In this busy world of ours, nobody wants to waste their own time. Unfortunately, there are folks out there who won’t think twice about wasting yours. So how can you save yourself from falling into a trap?
Over almost seven years of responding to Requests for Proposals (RFPs) and attempting to delicately balance just how much time should be spent on which opportunities, I’ve noticed a pattern of red flags. Here are five signs that it might be a better decision to walk away than to pump precious resources into a proposal.
1. The prospect’s loyalties are somewhere else.
They’ve been working with their current vendor for 15 years and there are no outward signs of trouble. Yet you just received an RFP demanding responses to 150 questions, pricing on 70 products and samples encrusted in diamonds and delivered next Monday.
If we don’t have inside information from a reliable source that the prospect is seriously considering a new direction, the imbedded relationship alone might be enough reason to walk. The unfair demands lead us to number two.
2. They’re asking for too much in unrealistic timeframes.
Pulling together a quality proposal can take every bit of three weeks, from writing to editing to sourcing and revising. Not to mention the time you’ll spend on conference calls with partners and subject matter experts. That’s a huge investment, so you want to make sure it’s worth the time for everyone involved.
I’ve seen ridiculously detailed requests come through with just a week to turn them around and no guarantee of business. In addition to being disrespectful to a potential partner’s time, this move always makes me wonder if it’s a rouse. Do they need five responses to satisfy corporate requirements before signing off on a decision that’s already been made?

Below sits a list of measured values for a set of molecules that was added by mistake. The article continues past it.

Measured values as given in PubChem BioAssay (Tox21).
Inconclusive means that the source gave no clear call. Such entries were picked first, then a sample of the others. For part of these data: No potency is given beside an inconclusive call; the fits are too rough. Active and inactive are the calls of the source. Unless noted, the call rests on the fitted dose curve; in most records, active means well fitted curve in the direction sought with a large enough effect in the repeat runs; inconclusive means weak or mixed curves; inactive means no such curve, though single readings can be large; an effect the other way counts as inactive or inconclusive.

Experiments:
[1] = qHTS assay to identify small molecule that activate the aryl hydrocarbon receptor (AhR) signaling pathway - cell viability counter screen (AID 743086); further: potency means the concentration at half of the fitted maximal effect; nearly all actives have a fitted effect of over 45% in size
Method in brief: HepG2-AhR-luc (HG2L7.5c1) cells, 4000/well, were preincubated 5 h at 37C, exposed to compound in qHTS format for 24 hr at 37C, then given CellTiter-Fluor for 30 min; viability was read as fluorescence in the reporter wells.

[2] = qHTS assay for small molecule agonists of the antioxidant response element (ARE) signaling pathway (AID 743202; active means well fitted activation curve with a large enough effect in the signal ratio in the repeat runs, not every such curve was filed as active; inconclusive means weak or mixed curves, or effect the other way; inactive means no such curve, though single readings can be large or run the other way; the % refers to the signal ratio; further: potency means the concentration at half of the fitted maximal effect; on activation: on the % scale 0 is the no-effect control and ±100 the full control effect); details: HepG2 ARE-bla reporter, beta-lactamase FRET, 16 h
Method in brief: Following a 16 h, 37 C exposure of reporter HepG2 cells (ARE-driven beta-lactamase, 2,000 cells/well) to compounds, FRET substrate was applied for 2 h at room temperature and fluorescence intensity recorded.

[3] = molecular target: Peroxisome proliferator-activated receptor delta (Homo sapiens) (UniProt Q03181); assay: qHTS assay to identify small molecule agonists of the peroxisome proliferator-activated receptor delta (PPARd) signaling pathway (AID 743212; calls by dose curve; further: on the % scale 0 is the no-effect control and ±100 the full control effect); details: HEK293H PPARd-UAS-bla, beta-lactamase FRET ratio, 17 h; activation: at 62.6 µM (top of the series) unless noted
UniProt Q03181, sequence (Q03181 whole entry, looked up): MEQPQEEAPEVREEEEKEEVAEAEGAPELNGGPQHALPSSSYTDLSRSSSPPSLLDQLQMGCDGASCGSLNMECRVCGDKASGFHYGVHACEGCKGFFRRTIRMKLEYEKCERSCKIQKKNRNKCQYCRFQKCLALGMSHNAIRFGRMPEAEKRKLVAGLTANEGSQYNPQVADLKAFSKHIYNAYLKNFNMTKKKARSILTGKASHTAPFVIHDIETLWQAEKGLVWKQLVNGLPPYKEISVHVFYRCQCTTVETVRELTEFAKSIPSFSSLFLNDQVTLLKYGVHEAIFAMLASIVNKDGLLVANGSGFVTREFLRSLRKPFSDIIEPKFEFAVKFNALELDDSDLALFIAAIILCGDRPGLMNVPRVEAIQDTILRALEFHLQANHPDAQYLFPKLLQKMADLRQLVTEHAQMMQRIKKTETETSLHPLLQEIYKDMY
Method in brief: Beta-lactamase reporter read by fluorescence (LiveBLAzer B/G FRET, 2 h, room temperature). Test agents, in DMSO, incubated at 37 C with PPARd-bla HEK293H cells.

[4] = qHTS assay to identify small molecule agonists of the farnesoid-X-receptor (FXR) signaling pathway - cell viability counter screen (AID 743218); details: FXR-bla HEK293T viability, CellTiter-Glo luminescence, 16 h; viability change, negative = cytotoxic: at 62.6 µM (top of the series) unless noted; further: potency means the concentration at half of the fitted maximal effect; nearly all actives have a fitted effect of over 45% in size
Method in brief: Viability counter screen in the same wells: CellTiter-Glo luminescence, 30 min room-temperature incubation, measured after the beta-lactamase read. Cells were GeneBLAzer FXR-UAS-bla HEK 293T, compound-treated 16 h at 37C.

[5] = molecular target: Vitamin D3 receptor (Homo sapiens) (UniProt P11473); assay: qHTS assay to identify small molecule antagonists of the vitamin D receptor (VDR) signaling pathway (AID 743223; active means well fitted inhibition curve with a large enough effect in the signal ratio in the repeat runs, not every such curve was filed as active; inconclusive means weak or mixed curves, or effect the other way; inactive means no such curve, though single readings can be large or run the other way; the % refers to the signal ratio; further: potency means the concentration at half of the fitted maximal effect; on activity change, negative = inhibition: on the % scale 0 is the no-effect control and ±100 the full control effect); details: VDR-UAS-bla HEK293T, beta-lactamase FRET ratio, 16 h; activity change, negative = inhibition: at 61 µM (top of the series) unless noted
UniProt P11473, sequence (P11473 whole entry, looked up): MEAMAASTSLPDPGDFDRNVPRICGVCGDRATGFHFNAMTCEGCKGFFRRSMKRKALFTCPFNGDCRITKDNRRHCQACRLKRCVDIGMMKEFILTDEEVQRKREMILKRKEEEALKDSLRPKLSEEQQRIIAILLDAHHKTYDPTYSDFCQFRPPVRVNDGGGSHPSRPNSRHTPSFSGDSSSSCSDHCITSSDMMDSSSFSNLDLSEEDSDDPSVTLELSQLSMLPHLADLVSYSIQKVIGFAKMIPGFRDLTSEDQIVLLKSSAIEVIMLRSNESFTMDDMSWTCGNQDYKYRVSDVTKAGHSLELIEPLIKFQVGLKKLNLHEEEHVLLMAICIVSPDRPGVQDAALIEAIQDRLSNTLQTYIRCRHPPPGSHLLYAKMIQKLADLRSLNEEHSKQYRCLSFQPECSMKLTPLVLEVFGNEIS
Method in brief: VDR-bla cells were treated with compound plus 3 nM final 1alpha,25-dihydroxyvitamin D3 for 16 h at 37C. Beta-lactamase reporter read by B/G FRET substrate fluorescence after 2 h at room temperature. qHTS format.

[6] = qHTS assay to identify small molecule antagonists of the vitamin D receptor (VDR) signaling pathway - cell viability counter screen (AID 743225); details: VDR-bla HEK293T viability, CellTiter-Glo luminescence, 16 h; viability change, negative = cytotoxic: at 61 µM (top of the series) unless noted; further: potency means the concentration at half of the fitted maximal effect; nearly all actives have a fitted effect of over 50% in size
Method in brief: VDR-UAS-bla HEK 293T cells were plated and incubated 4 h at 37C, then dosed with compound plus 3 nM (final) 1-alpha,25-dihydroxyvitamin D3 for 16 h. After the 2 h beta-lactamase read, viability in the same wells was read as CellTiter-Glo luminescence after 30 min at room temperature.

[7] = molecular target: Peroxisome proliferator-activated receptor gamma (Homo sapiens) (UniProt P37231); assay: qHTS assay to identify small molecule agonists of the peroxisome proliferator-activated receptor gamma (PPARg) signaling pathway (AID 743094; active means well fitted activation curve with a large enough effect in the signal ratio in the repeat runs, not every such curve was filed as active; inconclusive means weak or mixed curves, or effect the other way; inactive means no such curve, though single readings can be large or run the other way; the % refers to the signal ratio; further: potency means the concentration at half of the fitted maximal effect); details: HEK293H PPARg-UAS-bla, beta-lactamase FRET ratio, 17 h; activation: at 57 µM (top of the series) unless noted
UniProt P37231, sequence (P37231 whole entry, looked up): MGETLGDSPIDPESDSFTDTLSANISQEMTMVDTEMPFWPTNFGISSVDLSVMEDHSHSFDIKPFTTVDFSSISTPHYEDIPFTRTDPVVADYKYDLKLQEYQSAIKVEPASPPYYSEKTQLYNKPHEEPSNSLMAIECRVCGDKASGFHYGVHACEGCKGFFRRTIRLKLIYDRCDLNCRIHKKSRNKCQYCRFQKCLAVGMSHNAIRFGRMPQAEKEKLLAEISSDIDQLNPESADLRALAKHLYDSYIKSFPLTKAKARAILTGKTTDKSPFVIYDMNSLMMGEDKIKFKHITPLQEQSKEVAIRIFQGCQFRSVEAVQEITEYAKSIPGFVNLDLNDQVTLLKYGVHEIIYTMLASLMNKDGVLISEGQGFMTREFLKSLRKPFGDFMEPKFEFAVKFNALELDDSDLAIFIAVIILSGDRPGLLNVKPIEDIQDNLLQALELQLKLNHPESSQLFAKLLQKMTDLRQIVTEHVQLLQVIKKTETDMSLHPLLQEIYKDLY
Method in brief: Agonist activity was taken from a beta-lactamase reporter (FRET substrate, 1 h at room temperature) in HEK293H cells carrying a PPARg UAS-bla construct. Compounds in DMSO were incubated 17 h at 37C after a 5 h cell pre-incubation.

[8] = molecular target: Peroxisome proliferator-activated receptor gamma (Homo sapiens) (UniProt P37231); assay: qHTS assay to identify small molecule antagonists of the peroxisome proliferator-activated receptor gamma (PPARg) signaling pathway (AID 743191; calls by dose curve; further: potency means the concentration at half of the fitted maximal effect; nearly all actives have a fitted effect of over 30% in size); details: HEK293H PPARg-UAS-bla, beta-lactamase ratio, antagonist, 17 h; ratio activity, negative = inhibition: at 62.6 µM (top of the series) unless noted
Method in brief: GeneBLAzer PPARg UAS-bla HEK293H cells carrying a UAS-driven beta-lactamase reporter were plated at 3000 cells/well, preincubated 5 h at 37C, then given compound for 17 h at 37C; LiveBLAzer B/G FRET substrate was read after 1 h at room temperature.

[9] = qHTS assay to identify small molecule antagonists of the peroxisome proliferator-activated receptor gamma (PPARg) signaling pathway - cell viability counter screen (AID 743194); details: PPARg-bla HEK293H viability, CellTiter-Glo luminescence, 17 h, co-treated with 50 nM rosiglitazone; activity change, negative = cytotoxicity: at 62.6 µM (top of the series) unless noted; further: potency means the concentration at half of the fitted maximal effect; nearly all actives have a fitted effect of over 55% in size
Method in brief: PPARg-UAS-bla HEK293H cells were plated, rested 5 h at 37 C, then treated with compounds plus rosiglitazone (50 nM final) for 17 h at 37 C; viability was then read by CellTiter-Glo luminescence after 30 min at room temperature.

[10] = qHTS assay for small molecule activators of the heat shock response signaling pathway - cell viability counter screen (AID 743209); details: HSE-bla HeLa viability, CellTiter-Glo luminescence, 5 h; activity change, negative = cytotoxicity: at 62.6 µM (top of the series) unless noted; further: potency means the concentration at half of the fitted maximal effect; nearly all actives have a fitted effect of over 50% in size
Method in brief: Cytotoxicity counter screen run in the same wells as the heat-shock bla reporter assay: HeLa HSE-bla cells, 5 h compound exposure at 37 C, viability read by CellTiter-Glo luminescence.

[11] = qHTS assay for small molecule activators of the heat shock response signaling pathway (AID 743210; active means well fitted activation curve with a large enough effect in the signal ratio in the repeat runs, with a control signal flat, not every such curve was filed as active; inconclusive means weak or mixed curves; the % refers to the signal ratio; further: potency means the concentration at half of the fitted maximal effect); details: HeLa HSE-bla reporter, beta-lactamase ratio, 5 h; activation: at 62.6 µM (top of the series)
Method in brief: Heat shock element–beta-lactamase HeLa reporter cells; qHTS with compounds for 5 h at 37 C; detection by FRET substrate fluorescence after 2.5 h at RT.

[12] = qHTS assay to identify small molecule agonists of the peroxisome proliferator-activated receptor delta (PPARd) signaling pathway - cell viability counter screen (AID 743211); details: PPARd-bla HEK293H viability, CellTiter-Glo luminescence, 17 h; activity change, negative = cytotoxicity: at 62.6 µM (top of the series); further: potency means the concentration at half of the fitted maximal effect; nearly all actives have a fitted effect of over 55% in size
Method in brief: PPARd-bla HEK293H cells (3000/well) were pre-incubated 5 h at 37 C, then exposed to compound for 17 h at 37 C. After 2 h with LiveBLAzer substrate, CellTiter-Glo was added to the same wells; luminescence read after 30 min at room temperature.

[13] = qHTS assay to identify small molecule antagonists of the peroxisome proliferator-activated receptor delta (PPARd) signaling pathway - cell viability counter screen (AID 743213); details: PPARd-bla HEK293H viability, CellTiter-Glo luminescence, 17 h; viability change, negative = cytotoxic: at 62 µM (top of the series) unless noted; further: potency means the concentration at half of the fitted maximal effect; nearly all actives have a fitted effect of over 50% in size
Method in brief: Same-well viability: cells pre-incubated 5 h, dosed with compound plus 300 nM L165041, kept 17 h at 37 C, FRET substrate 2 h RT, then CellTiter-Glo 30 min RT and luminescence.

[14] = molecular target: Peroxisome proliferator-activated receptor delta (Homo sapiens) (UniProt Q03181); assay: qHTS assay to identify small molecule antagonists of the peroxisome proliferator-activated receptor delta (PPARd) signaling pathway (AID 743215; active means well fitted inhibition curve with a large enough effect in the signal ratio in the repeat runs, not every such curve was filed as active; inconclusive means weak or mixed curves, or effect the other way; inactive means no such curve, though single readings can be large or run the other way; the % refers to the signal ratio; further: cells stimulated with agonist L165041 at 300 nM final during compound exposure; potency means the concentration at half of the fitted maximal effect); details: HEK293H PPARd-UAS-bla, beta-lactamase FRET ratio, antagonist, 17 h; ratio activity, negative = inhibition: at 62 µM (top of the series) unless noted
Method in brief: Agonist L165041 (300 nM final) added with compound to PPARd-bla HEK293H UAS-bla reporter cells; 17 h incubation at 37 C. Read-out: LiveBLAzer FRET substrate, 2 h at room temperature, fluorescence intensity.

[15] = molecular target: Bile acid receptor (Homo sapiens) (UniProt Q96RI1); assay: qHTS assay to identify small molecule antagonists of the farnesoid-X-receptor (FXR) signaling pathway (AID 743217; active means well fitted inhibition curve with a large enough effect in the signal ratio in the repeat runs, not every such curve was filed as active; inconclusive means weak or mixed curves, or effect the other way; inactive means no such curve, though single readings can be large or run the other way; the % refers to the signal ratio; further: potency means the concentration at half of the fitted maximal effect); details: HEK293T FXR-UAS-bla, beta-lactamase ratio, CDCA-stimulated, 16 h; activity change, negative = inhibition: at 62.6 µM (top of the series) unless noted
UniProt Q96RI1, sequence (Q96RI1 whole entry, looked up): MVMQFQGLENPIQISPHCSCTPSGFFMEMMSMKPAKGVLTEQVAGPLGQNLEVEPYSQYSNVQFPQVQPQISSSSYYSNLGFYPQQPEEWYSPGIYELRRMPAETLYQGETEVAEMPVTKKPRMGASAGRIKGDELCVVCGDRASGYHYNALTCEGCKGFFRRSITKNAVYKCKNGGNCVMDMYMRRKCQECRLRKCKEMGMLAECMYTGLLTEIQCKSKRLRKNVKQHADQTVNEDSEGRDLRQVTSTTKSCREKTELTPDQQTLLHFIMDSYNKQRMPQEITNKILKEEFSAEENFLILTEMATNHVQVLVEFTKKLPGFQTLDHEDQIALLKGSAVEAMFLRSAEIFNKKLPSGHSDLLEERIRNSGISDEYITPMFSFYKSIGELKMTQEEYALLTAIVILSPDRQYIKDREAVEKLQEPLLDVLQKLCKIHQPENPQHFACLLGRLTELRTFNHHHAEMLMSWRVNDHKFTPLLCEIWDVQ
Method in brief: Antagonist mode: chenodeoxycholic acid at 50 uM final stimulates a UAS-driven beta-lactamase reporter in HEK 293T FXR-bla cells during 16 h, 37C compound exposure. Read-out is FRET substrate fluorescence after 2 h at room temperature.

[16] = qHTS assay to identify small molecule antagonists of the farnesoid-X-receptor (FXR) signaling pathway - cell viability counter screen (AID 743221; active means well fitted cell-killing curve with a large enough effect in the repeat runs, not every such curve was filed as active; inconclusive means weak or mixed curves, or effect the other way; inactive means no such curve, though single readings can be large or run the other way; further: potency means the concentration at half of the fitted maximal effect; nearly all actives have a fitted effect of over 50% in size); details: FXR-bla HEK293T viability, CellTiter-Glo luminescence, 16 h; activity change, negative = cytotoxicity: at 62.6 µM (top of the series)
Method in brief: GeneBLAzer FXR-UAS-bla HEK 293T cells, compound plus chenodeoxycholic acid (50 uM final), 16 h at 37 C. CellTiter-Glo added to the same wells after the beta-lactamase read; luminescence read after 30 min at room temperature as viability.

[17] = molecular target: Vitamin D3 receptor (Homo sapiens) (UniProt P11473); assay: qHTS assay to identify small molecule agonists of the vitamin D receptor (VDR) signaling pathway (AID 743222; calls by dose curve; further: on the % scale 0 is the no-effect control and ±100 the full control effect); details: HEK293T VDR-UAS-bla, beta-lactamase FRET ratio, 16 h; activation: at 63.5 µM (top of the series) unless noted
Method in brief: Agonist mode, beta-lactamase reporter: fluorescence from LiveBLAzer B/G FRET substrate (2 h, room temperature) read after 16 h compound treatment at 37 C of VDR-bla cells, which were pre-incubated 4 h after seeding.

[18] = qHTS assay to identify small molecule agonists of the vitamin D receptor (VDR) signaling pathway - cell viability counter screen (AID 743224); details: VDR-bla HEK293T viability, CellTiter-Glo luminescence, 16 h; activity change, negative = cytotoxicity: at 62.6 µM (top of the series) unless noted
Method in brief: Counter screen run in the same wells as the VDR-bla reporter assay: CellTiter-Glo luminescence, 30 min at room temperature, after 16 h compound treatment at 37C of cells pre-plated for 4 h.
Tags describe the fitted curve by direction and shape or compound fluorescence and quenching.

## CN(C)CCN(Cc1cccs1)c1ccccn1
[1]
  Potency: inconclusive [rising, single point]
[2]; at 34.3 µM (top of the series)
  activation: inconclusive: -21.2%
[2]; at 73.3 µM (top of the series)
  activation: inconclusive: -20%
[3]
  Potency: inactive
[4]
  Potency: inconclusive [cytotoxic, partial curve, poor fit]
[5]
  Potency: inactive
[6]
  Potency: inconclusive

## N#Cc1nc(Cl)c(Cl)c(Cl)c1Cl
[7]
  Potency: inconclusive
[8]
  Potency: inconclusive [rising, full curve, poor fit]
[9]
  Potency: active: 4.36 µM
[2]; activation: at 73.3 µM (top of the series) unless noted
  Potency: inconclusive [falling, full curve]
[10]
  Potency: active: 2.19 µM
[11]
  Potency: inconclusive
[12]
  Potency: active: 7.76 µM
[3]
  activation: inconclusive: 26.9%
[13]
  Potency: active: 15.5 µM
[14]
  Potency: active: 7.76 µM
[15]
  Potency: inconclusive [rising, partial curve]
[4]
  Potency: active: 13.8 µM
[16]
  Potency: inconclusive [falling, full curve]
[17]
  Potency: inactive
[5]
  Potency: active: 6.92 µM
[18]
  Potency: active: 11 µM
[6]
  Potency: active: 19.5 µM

3. The lines of communication are silent.
Their answers to your questions are vague if they respond at all, and you don’t have an internal advocate at the company to tell you truly and honestly what’s going on.
How can you propose the best solution without a clear understanding of the situation?
4. They’re fishing for ideas
Tread lightly if a company is looking for highly personalized suggestions or consulting in a non-committal situation. Some will even include disclaimers in the request that any information you submit becomes the property of the recipient. How easy is it to forward those ideas to an existing partner?
5. It’s all about the money.
Of course, price is always a factor, but if it seems to be the only factor and you’re looking at the numbers wondering how in the heck you can make this profitable, do yourself a favor and consider bowing out.
We’ve seen some RFPs culminate in online pricing auctions, which is essentially a reverse eBay situation that sees your price going lower and lower in real-time until you finally hit a floor and stop bidding. Or time runs out.
Those situations are demoralizing, stripping all consideration of service, value and expertise away, sometimes for the sake of a dang nickel. Who wants to pursue a partnership like that?
Those are my five cents! I swear I’m not paranoid or overly pessimistic by nature. I’ve just seen too much time wasted and too many spirits crushed by these tricks to keep silent any longer.
WOW Michelle, awesome article. i have shared with my team you are SO SPOT ON. We just experienced this with a $4,000 apparel sale. We knew when a “stock person” was asking thread counts what the deal was. Disappointing. when you put so much time into doing a great job for someone!
Thank you, Steve! I’m sorry to hear about the apparel sale. Agreed – it’s very disappointing.
Well put Michelle.
Thank you, Darren!
Excellent… seen this happen too many times myself.
Thank you, Tom. At least now you know what to look out for – live and learn!
Thanks, Michelle great article. In our journey to establish our MA’s your articles are invaluable. I appreciate the authenticity of your post.
You’re welcome, Tim! I appreciate your feedback and am glad you found the post helpful. We’re here to support you!